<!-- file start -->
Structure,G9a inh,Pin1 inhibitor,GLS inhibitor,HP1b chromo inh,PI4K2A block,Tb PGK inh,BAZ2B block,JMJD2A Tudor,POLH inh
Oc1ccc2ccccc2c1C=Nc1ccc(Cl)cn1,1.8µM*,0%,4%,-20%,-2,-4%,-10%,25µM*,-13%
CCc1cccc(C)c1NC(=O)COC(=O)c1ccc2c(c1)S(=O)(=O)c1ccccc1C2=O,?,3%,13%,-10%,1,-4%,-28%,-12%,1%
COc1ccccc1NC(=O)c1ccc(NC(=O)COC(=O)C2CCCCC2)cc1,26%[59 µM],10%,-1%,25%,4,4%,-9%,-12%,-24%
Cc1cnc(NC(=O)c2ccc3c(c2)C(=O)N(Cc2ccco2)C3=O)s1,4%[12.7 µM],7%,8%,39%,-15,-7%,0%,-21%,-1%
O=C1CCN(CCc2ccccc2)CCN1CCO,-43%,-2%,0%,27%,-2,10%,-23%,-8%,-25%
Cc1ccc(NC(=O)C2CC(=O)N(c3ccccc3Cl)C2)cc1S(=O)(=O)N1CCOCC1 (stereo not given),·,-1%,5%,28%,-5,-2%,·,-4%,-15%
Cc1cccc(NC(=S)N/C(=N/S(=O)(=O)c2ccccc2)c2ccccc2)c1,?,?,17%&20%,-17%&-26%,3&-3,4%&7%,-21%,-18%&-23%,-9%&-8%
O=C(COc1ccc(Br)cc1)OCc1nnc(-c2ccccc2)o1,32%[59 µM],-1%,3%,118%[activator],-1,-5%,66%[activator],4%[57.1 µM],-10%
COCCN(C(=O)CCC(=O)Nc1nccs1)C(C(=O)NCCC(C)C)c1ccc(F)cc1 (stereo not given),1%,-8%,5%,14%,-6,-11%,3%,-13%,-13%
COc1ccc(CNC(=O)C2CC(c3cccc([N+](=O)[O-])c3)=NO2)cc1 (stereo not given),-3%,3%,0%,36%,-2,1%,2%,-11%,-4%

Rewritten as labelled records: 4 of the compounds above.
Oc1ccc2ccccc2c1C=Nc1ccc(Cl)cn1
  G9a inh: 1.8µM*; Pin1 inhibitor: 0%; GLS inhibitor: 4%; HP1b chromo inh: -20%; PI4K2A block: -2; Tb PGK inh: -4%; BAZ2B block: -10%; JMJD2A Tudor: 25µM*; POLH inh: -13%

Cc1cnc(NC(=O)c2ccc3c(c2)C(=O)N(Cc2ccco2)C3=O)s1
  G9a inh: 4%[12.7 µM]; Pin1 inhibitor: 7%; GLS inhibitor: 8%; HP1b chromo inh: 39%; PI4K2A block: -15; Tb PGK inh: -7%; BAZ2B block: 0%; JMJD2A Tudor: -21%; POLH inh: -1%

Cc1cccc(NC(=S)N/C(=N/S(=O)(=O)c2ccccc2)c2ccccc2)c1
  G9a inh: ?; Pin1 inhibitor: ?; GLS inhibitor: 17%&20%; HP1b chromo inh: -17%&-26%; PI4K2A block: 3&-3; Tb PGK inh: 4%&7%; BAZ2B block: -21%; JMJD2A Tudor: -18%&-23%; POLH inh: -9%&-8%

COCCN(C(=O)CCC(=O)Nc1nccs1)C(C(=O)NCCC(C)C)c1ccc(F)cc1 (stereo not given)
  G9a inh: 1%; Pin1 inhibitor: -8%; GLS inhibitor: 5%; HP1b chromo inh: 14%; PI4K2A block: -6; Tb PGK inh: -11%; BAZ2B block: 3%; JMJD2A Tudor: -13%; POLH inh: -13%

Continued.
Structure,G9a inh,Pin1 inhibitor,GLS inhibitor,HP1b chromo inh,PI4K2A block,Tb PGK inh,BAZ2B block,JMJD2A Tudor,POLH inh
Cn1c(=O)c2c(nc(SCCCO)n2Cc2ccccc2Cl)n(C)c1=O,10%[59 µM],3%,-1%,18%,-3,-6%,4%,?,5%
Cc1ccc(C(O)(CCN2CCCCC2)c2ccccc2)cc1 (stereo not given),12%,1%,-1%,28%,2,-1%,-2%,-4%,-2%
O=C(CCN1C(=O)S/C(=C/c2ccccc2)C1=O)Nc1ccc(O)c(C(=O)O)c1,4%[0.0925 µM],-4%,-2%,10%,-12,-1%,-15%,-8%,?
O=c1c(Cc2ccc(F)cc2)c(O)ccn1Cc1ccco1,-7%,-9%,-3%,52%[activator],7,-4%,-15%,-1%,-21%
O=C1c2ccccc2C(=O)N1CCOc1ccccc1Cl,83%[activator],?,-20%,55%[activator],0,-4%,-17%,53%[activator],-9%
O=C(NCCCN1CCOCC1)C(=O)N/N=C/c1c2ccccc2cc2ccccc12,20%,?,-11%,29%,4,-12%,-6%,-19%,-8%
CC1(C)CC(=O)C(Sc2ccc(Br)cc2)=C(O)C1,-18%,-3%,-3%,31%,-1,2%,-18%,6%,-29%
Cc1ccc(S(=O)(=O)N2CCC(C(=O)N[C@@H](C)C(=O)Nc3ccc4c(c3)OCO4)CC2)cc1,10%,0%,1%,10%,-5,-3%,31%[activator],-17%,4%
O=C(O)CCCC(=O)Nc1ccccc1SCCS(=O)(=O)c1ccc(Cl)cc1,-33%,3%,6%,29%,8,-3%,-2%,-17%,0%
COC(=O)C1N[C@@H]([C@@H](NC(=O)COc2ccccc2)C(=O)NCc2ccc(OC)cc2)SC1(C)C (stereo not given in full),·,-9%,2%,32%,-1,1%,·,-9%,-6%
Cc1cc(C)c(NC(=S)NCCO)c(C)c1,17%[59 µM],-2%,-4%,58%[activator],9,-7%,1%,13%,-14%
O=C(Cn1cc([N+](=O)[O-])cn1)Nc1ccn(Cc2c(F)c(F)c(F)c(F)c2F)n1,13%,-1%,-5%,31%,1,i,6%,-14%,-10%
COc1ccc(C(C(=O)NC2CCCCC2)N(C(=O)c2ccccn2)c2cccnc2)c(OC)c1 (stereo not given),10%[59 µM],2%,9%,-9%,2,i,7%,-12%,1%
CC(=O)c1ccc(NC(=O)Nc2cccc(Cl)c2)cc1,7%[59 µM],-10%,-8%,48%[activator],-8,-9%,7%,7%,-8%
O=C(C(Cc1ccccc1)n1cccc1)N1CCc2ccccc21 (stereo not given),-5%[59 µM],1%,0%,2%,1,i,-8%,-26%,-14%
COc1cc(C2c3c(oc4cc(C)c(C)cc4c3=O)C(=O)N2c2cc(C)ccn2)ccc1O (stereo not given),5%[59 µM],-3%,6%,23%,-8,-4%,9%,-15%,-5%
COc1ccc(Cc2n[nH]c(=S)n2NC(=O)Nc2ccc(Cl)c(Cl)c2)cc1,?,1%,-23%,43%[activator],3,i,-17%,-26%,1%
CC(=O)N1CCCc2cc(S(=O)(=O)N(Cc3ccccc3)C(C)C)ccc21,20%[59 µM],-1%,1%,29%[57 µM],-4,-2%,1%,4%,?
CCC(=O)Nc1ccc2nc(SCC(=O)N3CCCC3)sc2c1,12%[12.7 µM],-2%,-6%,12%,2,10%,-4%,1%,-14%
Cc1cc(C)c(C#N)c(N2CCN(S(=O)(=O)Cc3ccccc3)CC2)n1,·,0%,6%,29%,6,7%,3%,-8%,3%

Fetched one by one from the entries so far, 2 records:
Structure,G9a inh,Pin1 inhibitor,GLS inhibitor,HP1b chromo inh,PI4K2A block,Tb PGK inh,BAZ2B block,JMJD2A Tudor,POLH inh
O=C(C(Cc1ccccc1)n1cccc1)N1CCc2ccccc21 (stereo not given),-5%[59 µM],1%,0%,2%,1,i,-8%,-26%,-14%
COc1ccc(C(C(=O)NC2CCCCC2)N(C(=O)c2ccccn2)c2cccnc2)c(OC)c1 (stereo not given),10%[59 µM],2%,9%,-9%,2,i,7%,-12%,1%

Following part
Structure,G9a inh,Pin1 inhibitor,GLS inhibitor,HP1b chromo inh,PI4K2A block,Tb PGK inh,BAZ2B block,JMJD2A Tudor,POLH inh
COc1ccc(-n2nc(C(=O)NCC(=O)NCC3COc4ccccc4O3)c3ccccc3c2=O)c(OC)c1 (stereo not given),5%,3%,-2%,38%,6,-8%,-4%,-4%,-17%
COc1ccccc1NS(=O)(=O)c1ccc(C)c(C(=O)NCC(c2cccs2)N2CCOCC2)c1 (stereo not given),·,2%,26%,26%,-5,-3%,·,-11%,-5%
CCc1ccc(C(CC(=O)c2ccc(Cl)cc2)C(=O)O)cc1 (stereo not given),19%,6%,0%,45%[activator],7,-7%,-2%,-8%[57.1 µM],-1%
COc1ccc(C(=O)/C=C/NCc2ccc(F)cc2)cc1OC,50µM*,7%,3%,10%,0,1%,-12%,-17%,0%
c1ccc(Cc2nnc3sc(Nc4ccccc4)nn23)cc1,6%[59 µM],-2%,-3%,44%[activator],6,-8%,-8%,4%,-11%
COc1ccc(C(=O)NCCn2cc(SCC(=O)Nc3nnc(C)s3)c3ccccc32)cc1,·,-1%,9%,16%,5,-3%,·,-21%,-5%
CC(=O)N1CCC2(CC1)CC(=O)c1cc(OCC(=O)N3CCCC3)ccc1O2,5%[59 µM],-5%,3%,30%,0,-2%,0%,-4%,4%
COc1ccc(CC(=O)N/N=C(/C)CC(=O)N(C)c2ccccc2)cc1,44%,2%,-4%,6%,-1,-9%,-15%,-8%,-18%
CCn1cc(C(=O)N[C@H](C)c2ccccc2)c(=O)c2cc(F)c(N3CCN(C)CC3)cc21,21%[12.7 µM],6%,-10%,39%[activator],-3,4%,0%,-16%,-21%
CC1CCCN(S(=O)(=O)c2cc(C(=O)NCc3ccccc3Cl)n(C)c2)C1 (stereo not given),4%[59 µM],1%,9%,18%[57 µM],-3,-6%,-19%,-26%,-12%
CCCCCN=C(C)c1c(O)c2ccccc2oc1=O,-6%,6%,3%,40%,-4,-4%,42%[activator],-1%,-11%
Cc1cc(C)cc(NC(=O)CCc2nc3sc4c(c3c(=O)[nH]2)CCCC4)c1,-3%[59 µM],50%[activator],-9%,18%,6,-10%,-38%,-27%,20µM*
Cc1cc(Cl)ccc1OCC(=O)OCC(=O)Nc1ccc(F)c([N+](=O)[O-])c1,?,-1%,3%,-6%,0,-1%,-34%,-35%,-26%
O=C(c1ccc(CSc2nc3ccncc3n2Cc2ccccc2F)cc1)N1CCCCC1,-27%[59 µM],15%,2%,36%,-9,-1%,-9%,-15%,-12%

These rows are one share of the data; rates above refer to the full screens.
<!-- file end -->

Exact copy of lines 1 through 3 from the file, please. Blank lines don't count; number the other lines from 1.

Structure,G9a inh,Pin1 inhibitor,GLS inhibitor,HP1b chromo inh,PI4K2A block,Tb PGK inh,BAZ2B block,JMJD2A Tudor,POLH inh
Oc1ccc2ccccc2c1C=Nc1ccc(Cl)cn1,1.8µM*,0%,4%,-20%,-2,-4%,-10%,25µM*,-13%
CCc1cccc(C)c1NC(=O)COC(=O)c1ccc2c(c1)S(=O)(=O)c1ccccc1C2=O,?,3%,13%,-10%,1,-4%,-28%,-12%,1%